Can We Say …

The Nephilim walked into history in Genesis 6:4, which runs, “The Nephilim were on the earth in those days—and also afterward—when the sons of God went to the daughters of men and had children by them. They were the heroes of old, men of renown.” The Nephilim are mentioned once more, as the terrifying inhabitants of Canaan (in reality, the ancestors of the prodigiously-sized Anakites; whether they have any connection with such groups as the Rephaites is more than I can say).

The actual importance of the Nephilim, in theology, religion, and the arc of the Bible’s narrative, is slight; their fascination is large. Their close connection to the much-disputed “sons of God” entrenches them in controversy; their association with the outsized denizens of Canaan increases the intrigue. Their name means “fallen ones,” and Nephilim is frequently translated giants, including in such venerable translations as the King James Version, the Geneva Bible, and the Wycliffe Bible. (The Geneva Bible also provides the alternate word tyrants.) Giants, fallen ones, heroes of old, men of renown – wouldn’t you love to know more about them?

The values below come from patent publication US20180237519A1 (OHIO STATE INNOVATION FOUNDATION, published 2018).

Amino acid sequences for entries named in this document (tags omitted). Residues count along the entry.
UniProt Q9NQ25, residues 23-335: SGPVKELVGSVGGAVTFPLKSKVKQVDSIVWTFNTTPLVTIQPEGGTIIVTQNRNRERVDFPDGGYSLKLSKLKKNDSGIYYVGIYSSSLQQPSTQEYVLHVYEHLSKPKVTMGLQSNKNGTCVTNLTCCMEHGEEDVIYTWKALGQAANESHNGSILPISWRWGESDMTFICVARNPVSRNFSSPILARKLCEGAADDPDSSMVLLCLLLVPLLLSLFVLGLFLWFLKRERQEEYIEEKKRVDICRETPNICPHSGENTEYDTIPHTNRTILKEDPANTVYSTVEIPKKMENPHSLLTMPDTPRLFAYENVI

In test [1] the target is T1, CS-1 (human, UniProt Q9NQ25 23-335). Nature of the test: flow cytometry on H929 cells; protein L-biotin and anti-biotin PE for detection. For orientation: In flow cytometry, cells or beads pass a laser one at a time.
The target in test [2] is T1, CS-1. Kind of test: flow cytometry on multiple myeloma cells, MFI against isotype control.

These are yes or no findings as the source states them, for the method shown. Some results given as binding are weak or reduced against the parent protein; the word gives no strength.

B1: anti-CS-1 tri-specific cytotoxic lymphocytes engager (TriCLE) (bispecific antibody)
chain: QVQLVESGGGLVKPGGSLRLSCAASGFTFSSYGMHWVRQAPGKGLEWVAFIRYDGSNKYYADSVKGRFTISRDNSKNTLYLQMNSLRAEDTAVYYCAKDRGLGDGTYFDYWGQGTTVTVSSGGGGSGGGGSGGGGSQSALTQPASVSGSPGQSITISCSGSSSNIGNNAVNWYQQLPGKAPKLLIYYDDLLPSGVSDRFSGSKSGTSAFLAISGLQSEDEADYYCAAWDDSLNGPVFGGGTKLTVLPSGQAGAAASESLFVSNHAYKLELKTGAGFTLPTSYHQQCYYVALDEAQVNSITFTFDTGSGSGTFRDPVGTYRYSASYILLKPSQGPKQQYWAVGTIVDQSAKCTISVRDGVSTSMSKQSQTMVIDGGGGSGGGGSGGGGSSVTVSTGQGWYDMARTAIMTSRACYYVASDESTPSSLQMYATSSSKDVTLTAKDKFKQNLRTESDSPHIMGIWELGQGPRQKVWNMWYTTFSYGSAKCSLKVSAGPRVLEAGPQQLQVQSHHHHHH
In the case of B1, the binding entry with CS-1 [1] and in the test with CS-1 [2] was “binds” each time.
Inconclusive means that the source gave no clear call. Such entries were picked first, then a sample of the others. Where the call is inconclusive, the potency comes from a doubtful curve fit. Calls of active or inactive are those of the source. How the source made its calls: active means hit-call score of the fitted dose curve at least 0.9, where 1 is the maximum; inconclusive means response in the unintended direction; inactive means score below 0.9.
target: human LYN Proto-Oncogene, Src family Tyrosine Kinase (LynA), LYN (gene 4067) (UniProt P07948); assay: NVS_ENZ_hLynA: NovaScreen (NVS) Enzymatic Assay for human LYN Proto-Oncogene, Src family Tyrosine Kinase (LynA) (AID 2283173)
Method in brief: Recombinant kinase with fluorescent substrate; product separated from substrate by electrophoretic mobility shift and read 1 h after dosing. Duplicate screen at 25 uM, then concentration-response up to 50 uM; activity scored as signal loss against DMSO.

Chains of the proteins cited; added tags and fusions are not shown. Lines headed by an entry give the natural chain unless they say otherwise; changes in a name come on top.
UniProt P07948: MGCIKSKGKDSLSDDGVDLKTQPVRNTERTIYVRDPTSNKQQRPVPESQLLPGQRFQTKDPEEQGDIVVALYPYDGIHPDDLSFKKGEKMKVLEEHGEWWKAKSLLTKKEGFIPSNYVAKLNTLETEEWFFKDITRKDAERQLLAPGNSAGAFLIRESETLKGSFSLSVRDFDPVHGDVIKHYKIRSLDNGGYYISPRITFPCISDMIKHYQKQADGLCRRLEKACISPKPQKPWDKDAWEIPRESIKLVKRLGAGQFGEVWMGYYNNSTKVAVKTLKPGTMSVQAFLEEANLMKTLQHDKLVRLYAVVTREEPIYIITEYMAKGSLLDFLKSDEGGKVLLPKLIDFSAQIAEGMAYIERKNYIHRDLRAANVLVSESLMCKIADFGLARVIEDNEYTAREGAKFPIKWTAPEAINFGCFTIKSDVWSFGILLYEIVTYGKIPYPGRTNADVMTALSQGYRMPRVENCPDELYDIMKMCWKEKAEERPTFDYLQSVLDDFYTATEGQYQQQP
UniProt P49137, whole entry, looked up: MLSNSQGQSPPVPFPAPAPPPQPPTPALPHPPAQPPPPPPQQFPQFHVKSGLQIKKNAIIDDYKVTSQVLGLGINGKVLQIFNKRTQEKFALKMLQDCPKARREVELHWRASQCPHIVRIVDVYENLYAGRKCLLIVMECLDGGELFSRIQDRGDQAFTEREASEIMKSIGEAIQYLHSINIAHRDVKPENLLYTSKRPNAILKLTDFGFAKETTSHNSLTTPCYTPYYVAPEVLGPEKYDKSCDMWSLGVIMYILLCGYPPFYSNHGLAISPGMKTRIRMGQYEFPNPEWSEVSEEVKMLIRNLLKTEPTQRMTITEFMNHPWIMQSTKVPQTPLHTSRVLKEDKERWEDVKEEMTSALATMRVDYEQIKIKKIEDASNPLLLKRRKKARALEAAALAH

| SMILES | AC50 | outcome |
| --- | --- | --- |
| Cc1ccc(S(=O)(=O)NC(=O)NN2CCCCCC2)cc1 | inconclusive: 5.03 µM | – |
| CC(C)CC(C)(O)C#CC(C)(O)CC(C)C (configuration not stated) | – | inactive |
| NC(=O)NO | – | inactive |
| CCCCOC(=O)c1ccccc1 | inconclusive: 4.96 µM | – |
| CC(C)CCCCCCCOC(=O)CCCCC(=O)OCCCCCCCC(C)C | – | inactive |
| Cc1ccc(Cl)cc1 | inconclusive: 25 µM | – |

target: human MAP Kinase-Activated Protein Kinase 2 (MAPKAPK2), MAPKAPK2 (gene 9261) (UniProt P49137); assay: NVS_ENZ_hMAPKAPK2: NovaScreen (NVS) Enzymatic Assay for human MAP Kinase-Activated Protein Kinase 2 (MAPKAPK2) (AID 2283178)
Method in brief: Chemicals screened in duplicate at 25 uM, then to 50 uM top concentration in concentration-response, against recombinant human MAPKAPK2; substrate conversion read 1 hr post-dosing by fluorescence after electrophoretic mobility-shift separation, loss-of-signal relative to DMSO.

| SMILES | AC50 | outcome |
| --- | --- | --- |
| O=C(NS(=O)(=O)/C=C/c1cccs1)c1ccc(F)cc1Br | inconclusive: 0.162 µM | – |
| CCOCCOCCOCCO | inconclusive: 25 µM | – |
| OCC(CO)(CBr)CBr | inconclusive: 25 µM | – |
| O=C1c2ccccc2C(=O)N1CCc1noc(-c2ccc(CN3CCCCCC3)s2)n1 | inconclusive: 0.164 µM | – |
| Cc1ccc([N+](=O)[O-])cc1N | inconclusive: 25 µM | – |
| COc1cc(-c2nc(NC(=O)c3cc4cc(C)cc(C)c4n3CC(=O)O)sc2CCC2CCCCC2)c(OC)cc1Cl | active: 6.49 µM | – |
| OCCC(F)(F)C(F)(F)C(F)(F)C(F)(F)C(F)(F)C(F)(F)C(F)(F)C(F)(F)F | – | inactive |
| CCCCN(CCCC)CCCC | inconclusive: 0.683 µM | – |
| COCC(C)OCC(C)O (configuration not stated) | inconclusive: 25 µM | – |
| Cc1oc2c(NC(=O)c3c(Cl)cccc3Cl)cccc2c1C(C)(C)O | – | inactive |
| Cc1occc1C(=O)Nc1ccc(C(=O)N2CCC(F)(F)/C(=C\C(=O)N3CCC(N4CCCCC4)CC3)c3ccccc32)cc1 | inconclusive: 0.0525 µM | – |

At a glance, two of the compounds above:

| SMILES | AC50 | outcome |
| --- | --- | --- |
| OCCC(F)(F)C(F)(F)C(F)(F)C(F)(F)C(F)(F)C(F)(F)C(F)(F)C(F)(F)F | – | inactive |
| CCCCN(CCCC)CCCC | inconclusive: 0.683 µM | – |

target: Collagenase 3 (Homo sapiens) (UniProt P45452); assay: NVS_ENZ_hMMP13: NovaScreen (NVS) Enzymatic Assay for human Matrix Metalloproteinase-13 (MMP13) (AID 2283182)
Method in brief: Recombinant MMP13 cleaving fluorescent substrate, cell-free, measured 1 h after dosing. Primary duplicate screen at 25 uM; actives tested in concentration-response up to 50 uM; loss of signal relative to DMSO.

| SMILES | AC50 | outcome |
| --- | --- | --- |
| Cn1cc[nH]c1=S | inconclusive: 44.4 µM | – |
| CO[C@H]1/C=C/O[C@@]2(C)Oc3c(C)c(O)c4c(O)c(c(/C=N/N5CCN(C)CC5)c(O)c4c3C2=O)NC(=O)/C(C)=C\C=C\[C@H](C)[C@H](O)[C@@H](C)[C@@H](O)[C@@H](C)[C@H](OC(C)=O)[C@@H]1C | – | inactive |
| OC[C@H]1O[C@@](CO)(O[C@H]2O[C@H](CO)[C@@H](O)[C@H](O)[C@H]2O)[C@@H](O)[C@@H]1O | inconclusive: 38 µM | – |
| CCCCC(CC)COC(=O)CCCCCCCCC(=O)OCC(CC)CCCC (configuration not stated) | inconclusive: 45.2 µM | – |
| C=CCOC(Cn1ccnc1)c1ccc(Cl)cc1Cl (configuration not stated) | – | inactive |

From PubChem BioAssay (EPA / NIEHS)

One ancient, and still popular, interpretation of the Nephilim – it appears in the Book of Enoch, written before the birth of Christ – holds that they were the children of fallen angels and human women. For obvious reasons, this interpretation is the one that prevails in Christian speculative fiction. It’s not that the writers necessarily believe it, any more than sci-fi writers necessarily believe that it’s possible to go back in time or to travel faster than the speed of light; it’s just that it’s that sort of idea. The idea is acutely uncomfortable. But ideas often are in a genre that takes, for its parents, people like Edgar Allan Poe and the Brothers Grimm.